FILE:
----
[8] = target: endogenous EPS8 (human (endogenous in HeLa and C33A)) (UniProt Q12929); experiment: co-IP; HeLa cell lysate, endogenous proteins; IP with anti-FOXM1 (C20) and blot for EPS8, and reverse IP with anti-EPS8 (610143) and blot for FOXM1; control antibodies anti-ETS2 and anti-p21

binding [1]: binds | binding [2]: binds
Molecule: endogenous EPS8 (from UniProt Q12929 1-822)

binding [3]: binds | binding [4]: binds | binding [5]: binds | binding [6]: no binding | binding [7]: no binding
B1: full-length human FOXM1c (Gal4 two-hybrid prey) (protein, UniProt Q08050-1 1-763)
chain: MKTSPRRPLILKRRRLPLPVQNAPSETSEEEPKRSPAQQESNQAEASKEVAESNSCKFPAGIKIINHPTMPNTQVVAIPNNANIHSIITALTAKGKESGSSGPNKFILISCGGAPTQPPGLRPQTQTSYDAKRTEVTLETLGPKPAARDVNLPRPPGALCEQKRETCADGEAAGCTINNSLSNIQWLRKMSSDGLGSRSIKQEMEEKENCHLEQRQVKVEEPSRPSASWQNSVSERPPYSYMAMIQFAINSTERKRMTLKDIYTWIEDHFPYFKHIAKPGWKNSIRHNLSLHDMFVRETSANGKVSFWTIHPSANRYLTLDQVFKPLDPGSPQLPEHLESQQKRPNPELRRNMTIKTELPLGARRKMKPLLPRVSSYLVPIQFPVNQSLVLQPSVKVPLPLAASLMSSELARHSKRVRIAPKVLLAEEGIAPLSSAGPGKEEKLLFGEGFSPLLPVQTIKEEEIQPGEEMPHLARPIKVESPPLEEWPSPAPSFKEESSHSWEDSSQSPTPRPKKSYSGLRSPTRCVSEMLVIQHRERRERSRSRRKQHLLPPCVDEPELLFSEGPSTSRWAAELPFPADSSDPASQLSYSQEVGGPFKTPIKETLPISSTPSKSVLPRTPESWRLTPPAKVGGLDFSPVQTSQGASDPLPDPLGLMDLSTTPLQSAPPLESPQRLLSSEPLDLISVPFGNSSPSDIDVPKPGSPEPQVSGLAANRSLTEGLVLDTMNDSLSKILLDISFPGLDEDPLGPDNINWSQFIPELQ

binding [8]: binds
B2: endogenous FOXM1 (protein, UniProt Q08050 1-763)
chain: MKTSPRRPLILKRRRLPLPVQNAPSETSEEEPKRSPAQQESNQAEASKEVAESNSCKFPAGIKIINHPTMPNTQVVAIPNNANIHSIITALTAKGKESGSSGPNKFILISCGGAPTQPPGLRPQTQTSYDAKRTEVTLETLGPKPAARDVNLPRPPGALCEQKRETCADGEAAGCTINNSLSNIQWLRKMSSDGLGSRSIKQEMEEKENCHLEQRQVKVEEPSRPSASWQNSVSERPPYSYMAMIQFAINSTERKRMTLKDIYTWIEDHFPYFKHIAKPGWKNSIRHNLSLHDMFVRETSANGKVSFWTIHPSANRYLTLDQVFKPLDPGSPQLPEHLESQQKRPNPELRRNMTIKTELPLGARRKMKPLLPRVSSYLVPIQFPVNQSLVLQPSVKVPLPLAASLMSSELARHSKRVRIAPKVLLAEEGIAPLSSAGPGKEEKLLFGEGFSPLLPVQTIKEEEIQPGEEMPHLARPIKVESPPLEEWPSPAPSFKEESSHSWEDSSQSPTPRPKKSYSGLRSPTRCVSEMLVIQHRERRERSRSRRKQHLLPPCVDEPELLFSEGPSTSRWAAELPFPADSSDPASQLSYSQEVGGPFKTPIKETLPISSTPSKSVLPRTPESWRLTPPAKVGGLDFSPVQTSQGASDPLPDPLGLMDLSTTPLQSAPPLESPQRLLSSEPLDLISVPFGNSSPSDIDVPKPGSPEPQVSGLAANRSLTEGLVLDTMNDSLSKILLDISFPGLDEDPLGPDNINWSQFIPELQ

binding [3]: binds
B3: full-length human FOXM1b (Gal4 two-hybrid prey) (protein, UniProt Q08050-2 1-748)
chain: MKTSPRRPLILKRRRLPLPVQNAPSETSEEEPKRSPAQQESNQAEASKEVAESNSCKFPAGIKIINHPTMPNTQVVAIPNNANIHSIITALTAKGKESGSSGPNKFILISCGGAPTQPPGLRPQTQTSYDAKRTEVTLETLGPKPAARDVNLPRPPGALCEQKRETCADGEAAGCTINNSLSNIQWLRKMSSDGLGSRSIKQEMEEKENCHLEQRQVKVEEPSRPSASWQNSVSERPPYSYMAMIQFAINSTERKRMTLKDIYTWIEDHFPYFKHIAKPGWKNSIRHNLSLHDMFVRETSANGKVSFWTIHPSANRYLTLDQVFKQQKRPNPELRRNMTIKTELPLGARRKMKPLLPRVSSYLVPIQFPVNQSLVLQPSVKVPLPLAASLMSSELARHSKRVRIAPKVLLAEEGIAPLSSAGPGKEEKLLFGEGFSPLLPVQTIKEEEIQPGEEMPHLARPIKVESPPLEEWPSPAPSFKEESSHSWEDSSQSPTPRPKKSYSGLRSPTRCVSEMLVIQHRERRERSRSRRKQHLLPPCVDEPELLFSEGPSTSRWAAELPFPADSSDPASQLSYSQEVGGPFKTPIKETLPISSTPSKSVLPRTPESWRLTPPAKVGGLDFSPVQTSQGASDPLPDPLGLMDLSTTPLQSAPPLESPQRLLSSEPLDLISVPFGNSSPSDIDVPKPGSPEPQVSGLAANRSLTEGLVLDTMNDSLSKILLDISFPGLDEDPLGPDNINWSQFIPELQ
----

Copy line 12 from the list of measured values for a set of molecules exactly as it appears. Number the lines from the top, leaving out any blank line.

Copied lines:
chain: MKTSPRRPLILKRRRLPLPVQNAPSETSEEEPKRSPAQQESNQAEASKEVAESNSCKFPAGIKIINHPTMPNTQVVAIPNNANIHSIITALTAKGKESGSSGPNKFILISCGGAPTQPPGLRPQTQTSYDAKRTEVTLETLGPKPAARDVNLPRPPGALCEQKRETCADGEAAGCTINNSLSNIQWLRKMSSDGLGSRSIKQEMEEKENCHLEQRQVKVEEPSRPSASWQNSVSERPPYSYMAMIQFAINSTERKRMTLKDIYTWIEDHFPYFKHIAKPGWKNSIRHNLSLHDMFVRETSANGKVSFWTIHPSANRYLTLDQVFKQQKRPNPELRRNMTIKTELPLGARRKMKPLLPRVSSYLVPIQFPVNQSLVLQPSVKVPLPLAASLMSSELARHSKRVRIAPKVLLAEEGIAPLSSAGPGKEEKLLFGEGFSPLLPVQTIKEEEIQPGEEMPHLARPIKVESPPLEEWPSPAPSFKEESSHSWEDSSQSPTPRPKKSYSGLRSPTRCVSEMLVIQHRERRERSRSRRKQHLLPPCVDEPELLFSEGPSTSRWAAELPFPADSSDPASQLSYSQEVGGPFKTPIKETLPISSTPSKSVLPRTPESWRLTPPAKVGGLDFSPVQTSQGASDPLPDPLGLMDLSTTPLQSAPPLESPQRLLSSEPLDLISVPFGNSSPSDIDVPKPGSPEPQVSGLAANRSLTEGLVLDTMNDSLSKILLDISFPGLDEDPLGPDNINWSQFIPELQ